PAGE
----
Share this article on:

Ventilation and entrainment of breathing during cycling and running in triathletes


Medicine & Science in Sports & Exercise: February 1998 - Volume 30 - Issue 2 - p 239-245
Basic Sciences: Original Investigations

Purpose: To assess whether entrainment of breathing (E) during exercise: 1) differed according to the test protocol in well-trained triathletes, and 2) improved ventilatory efficiency during exercise.

Methods: Eight triathletes performed three incremental tests until exhaustion: while cycling (CE), while running at increasing grade and constant speed (↑ GRADE) and while running at increasing speed and constant grade (↑ SPEED), respectively. E was evaluated as the percentage of breaths occurring at respiratory rates (F) corresponding to integer ratios of the exercise cycle rate. To assess whether E improved ventilatory efficiency,Δ˙VE/˙VO2 between nonentrained and entrained breaths was measured at each load.

Results: Mean E was higher in CE (57.2 ± 21.9%) than in ↑ GRADE (46.9± 18.7%) and ↑ SPEED (41.4 ± 17.2%). E decreased at high loads in Ce and ↑ SPEED but not in ↑ GRADE. In the group of subjects, E correlated with the degree of fitness (evaluated as˙VO2Tvent/˙VO2peak%) only during ↑ GRADE. By multiple regression analysis on all data, minute ventilation correlated with CO2 production but not with the exercise cycle rate; however, either F or tidal volume correlated significantly with both these variables.˙VE/˙VO2 was lower in entrained than nonentrained breaths at each load in CE and ↑ GRADE experiments, but the difference was small.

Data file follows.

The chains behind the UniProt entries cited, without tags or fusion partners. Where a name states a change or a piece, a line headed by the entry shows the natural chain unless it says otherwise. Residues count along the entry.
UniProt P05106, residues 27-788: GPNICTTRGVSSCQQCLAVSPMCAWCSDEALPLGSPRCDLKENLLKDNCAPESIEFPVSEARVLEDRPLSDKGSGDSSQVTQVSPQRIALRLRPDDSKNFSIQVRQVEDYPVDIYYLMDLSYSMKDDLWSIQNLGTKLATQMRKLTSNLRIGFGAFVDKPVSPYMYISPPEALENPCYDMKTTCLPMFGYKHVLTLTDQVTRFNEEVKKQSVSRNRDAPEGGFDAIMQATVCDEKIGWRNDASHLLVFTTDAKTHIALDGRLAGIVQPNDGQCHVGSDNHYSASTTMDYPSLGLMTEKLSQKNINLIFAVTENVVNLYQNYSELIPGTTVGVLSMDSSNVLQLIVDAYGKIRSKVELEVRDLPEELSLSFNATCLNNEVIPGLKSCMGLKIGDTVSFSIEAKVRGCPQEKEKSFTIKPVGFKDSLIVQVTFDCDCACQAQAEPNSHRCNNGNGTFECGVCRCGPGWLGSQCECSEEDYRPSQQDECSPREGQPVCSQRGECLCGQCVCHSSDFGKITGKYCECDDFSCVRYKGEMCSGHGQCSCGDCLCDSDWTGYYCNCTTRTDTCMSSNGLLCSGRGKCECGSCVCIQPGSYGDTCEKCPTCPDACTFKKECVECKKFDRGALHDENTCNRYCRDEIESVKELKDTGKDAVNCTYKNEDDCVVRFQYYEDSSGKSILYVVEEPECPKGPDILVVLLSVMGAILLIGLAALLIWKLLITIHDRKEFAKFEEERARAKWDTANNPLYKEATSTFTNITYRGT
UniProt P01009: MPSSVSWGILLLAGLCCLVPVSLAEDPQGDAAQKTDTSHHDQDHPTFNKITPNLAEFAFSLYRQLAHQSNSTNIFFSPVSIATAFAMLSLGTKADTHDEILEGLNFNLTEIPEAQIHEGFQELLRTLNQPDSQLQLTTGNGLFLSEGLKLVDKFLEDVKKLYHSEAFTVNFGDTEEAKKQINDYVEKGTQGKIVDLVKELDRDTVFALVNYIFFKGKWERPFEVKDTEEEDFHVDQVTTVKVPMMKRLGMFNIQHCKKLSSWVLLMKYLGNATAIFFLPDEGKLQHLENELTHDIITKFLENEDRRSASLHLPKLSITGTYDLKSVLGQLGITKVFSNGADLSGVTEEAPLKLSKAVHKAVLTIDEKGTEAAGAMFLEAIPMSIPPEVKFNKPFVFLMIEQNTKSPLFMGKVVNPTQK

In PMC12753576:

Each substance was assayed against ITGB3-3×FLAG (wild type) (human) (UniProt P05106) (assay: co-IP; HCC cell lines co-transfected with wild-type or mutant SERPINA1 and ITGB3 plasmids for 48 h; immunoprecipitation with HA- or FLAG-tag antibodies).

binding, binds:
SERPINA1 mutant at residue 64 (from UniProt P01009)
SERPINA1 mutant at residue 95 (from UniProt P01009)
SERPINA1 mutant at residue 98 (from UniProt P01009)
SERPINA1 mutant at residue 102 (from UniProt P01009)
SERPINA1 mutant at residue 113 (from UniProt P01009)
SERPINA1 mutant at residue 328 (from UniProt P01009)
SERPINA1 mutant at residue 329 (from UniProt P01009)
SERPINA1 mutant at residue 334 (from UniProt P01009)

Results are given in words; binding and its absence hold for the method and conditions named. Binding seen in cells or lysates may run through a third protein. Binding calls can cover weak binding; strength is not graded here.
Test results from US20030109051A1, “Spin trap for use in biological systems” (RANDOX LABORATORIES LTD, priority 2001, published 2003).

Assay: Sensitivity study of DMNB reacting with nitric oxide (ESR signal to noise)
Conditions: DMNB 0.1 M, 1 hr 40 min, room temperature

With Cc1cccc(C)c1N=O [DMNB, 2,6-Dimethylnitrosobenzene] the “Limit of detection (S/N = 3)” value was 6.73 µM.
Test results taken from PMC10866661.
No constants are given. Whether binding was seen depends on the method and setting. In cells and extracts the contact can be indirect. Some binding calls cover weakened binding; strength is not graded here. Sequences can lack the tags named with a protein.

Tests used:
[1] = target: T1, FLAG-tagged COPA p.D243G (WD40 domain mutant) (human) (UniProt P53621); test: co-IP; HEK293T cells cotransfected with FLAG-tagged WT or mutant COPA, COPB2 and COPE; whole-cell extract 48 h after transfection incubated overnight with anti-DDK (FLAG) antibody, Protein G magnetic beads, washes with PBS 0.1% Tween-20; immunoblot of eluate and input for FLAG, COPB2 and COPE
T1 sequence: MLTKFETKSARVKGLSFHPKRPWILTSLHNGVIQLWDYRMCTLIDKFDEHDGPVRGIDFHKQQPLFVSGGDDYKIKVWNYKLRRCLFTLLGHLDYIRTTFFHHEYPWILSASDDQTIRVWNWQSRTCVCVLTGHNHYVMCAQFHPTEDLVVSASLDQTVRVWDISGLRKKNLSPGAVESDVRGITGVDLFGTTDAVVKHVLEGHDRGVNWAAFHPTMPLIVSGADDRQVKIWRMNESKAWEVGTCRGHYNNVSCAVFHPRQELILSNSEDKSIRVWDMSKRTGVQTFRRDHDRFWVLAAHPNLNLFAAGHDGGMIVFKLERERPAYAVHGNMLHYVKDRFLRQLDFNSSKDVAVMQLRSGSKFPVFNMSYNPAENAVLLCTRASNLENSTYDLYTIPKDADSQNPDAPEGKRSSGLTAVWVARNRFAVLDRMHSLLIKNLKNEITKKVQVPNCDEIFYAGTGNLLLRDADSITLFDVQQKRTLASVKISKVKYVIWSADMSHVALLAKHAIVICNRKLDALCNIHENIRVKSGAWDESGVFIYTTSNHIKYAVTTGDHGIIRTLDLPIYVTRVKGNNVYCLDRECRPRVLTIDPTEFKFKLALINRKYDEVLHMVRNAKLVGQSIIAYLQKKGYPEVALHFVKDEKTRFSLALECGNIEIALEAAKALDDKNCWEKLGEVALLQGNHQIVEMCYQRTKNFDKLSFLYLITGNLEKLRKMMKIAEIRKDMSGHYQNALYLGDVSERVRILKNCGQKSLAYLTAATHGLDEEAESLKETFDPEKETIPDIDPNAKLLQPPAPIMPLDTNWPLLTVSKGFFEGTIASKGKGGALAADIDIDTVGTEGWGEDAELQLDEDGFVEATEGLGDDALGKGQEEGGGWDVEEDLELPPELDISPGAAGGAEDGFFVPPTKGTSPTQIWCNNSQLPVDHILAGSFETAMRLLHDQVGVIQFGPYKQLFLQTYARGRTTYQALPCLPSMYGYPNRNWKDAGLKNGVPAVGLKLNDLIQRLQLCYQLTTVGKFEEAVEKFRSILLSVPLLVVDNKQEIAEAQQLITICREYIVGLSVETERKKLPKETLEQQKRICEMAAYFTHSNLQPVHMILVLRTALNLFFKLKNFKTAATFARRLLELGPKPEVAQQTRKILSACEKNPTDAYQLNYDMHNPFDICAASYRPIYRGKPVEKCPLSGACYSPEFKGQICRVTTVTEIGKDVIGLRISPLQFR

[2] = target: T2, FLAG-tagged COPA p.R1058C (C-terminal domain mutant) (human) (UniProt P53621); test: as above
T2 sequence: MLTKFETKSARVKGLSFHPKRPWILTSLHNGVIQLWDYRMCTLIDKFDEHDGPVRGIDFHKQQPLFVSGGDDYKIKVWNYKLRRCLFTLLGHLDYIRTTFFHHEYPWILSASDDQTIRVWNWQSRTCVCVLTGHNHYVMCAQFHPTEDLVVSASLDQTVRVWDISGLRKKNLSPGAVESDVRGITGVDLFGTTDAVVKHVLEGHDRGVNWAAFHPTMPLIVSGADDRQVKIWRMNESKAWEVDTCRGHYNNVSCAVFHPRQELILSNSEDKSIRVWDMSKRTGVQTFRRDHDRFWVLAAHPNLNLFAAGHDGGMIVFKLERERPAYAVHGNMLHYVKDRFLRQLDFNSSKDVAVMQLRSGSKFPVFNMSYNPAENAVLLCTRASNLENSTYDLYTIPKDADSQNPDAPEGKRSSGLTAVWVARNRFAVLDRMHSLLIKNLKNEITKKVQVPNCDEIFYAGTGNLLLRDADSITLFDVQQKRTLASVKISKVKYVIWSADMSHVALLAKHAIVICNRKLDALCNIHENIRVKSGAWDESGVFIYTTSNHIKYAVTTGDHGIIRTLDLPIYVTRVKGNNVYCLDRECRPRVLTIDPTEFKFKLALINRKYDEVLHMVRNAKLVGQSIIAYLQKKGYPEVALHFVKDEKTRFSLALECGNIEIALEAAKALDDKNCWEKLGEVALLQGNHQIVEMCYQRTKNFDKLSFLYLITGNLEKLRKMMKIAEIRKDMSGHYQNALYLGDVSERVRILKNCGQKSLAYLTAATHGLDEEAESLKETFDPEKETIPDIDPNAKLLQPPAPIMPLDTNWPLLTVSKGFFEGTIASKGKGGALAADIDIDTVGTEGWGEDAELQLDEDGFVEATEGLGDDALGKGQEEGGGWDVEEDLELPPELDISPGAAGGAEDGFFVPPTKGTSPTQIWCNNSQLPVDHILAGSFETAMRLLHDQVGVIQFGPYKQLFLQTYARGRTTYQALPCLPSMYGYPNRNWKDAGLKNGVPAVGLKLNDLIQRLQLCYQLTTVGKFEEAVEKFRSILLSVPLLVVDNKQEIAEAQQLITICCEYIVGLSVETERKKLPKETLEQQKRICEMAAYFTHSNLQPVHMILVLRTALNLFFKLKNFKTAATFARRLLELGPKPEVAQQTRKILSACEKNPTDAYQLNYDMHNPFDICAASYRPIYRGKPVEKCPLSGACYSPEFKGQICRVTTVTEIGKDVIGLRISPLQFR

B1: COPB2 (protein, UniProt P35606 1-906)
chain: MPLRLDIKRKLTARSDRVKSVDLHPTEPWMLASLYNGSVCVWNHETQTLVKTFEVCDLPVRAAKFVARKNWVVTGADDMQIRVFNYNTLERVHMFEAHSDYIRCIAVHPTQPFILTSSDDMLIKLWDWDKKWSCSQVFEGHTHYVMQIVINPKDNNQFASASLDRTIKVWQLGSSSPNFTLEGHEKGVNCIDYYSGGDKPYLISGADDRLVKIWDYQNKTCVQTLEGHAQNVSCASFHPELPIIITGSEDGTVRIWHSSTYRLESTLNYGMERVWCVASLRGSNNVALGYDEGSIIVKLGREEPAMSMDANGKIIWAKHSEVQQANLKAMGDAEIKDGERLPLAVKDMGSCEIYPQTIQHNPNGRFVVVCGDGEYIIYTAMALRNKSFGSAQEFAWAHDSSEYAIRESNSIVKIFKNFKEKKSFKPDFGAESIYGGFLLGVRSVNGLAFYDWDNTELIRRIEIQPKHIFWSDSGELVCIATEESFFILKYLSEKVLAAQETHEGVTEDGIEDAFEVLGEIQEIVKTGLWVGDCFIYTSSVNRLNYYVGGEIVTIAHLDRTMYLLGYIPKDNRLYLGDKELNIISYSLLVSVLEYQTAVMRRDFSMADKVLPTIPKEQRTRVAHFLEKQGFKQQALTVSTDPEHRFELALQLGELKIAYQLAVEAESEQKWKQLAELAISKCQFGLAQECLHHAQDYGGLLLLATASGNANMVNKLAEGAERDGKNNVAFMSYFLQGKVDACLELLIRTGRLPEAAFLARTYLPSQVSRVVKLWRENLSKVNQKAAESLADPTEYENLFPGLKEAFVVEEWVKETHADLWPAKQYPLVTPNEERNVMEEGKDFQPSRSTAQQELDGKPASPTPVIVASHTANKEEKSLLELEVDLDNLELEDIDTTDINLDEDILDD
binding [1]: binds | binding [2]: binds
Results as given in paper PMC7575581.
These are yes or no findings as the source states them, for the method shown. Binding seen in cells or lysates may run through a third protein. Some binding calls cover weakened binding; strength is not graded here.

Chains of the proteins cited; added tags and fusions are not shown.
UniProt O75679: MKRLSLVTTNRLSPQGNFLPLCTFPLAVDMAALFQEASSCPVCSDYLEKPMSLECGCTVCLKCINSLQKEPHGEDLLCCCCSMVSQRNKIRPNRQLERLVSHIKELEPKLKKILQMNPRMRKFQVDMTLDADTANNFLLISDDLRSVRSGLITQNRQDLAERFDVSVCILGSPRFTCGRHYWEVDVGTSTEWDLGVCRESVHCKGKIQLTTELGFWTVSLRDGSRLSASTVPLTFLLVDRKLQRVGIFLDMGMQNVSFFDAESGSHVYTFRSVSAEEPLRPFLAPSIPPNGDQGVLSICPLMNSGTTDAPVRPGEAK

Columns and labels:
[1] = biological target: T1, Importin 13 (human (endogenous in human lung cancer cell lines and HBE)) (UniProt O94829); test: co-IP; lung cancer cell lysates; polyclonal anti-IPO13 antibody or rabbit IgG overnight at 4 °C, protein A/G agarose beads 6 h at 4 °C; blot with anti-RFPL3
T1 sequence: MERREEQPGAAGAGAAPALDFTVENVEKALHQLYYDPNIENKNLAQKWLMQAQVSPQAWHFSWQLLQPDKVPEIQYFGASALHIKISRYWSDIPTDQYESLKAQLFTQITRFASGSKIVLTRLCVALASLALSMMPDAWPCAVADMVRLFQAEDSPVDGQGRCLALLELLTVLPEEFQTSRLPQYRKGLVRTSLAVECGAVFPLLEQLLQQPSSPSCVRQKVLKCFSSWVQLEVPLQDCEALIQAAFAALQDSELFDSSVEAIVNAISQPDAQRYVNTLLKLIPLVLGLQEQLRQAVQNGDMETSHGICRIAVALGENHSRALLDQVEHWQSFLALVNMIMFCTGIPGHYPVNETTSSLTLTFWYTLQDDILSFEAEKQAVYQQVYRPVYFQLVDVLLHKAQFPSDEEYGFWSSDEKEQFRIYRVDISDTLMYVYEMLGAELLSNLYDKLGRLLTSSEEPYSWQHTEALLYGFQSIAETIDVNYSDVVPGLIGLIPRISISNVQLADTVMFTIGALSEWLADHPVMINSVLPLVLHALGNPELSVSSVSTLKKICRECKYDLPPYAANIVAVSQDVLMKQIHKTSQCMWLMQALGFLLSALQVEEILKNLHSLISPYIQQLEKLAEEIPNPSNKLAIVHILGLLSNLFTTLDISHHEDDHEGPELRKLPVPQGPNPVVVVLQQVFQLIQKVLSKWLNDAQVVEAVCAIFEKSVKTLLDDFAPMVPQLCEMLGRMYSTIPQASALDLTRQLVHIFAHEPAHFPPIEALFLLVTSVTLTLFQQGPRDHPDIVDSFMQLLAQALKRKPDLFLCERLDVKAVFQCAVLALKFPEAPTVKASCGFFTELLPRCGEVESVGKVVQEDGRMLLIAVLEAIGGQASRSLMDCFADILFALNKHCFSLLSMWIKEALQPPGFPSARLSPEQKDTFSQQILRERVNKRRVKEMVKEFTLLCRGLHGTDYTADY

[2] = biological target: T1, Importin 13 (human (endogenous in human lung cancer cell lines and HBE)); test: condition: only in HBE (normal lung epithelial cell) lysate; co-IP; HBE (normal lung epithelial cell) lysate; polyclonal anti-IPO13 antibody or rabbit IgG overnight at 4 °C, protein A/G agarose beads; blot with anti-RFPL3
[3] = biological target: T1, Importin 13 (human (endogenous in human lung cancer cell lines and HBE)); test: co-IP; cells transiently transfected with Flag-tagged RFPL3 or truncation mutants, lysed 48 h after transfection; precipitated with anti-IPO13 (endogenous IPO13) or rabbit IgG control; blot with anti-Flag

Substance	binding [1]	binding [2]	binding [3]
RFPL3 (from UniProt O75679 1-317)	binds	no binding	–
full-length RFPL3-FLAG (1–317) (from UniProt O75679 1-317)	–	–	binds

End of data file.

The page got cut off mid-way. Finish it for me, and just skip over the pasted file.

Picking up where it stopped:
Conclusions: In spite of some differences among protocols, triathletes showed significant E during incremental exercise tests. Spontaneous E appeared to slightly improve ventilatory efficiency during CE and ↑ GRADE protocols.

Istituto di Scienze e Tecnologia dello Sport e dell'Attività Fisica and Istituto di Fisiopatologia Respiratoria, Consiglio Nazionale delle Ricerche, Palermo, ITALY

Submitted for publication January 1997.

Accepted for publication July 1997.

This work has been presented in abstract form at the 1996 Intersociety Conference “The Integrative Biology of Exercise,” October 16-19, 1996, Vancouver, British Columbia, Canada.

Address for correspondence: Maria R. Bonsignore, ISTSAF-CNR, Via Trabucco 180, 90146 Palermo, Italy. E-mail: romano@IFRPA.IFR.PA.CNR.IT.

©1998The American College of Sports Medicine